Insurance is Mandatory
The Nigerian Insurance Act of 2003, mandates a compulsory insurance cover for vast asset holdings and for all buildings. However, evidence available from our records as a surveying valuation firm, indicates otherwise. Available data shows a very low compliance level, as a negligible number of buildings are insured or adequately covered, by both the public and private sectors of the economy.
Why is this the situation? There are various reasons, adduced by our clients, for the observed low compliance, some of which are a reluctance to engage professional valuers, whose fees they consider an unnecessary additional cost to the insurance premium. This reluctance is based on the public notion that insurance companies fail to meet their obligations on most occasions. It is claimed that the insurance companies delay payment, and most times seek exit clauses. Added to this is the allegation that, where they do pay, the sums are inadequate, and usually never meets the cost of reinstatement/replacement/rebuilding the item/structure.
These views are verified by Daily Independent correspondents Apata Oyediran (+2 others); in their article titled ‘Fire Disasters:Public Apathy to Insurance Benefits’. They found that a high percentage of those interviewed showed apathy towards insurance because “compensations may not be worth the bother as only costs over excess are paid”. The article includes Lagos State Survey findings from a target group of 2000 persons, aged between 18 and 79 years. The respondents indicated that they neither report fire incidents to the fire services nor insurance companies, for the fire service are slow to respond, while the insurance companies delay and make insufficient payments. People therefore resort to self-help by putting out fires themselves.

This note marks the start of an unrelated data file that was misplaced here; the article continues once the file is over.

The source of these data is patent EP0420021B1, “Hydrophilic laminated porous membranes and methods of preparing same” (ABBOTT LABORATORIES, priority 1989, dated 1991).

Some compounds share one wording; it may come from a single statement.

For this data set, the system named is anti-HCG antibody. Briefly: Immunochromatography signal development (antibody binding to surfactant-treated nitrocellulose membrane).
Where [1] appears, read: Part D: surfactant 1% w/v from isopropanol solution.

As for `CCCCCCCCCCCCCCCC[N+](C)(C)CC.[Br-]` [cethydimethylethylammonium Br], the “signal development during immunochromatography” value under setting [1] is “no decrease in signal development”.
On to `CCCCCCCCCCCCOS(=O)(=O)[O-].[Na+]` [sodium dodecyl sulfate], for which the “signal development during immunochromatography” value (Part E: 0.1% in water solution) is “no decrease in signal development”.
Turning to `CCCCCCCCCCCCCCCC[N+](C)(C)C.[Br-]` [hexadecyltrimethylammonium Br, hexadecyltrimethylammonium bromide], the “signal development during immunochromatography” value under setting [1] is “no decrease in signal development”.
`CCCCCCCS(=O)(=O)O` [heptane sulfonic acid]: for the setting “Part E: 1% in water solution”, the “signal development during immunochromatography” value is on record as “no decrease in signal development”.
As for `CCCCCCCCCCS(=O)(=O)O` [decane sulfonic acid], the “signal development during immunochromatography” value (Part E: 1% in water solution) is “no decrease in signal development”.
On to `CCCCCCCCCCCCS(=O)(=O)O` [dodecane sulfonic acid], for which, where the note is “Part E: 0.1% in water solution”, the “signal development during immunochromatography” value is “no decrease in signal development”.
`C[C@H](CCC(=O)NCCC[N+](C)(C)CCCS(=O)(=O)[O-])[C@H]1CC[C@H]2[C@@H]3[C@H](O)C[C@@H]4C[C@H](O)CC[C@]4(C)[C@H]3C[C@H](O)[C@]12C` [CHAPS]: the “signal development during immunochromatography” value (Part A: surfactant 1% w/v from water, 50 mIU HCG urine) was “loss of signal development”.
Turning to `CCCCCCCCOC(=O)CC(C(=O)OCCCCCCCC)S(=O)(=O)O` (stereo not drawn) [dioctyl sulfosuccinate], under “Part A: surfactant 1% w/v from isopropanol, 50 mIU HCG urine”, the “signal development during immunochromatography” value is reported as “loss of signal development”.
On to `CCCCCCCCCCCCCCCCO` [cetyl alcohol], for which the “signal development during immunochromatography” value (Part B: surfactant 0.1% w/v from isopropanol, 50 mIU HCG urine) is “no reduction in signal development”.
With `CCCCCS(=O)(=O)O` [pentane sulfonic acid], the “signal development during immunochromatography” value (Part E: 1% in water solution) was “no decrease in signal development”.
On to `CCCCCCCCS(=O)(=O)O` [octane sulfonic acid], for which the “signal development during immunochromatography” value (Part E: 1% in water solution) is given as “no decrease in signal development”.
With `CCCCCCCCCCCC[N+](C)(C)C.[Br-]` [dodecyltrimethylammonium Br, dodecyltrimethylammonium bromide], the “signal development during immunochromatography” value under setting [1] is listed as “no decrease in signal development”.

A Punch Newspaper, March 4, 2020 article titled; ‘Endless Fire Disasters, Frustrating Business Owners, Fueling Unemployment:’ Mr Farinloye NEMA South West coordinator, did state the opinion of the traders which indicates that “..some of them expressed disappointment with insurance companies. They said agents would come to collect money from them but would not remit it to the companies”. This formed the representative opinions of traders with whom he had a one on one with, following NEMA, launch of thier risk management strategy, code named: “Fire Prevention, Mitigation and Integration of Insurance Policy in Market Places launched at Oke-Arin market, on March 4, 2020.
Why do insurers make inadequate compensation for losses? Flowing from above, inadequate payment by insurance companies is attributable to a lot of factors, chief of which is under insurance. In an attempt to maintain the lowest possible premium payable on the insured asset, most insured may choose a wrong plan for the asset type, insure for indemnity instead of replacement, fail to review the insured sum and often accept “averaging” – a marketing strategy by insurance companies, to sell a product.
Leadway Assurance for example, as indicated in its website offers Basic and Silver Householder plans, to cover a building and its content at cover limits of 5 Million and 10 Million respectively. The above stated figures, must have been based on “averaging” for a target market. A niche market, considered able to afford insurance cover. The sum based on available data on building costs and values, falls short of reinstating a house and its content.
Some asset owners may, in compliance with the law, and in consideration of paying low premium, buy such a product. He then runs the risk of, underinsuring. He will invariably lack capacity to rebuild and reinstate himself in the case of a fire disaster.
Would an individual knowingly buy an inadequate policy or deliberately under-insure? As stated earlier, underinsurance can be deliberate, for those who purchase policy just to fulfill the law, especially when such a purchase is viewed from the perspective that insurance is wasted expenditure. Ignorance or refusal to engage building valuation professionals for proper advice before buying a policy can be considered a deliberate error by the public, the consequences of which is underinsurance, a lack of capacity to recoup a loss after a disaster, a situation the insured must take adequate precautions to avoid.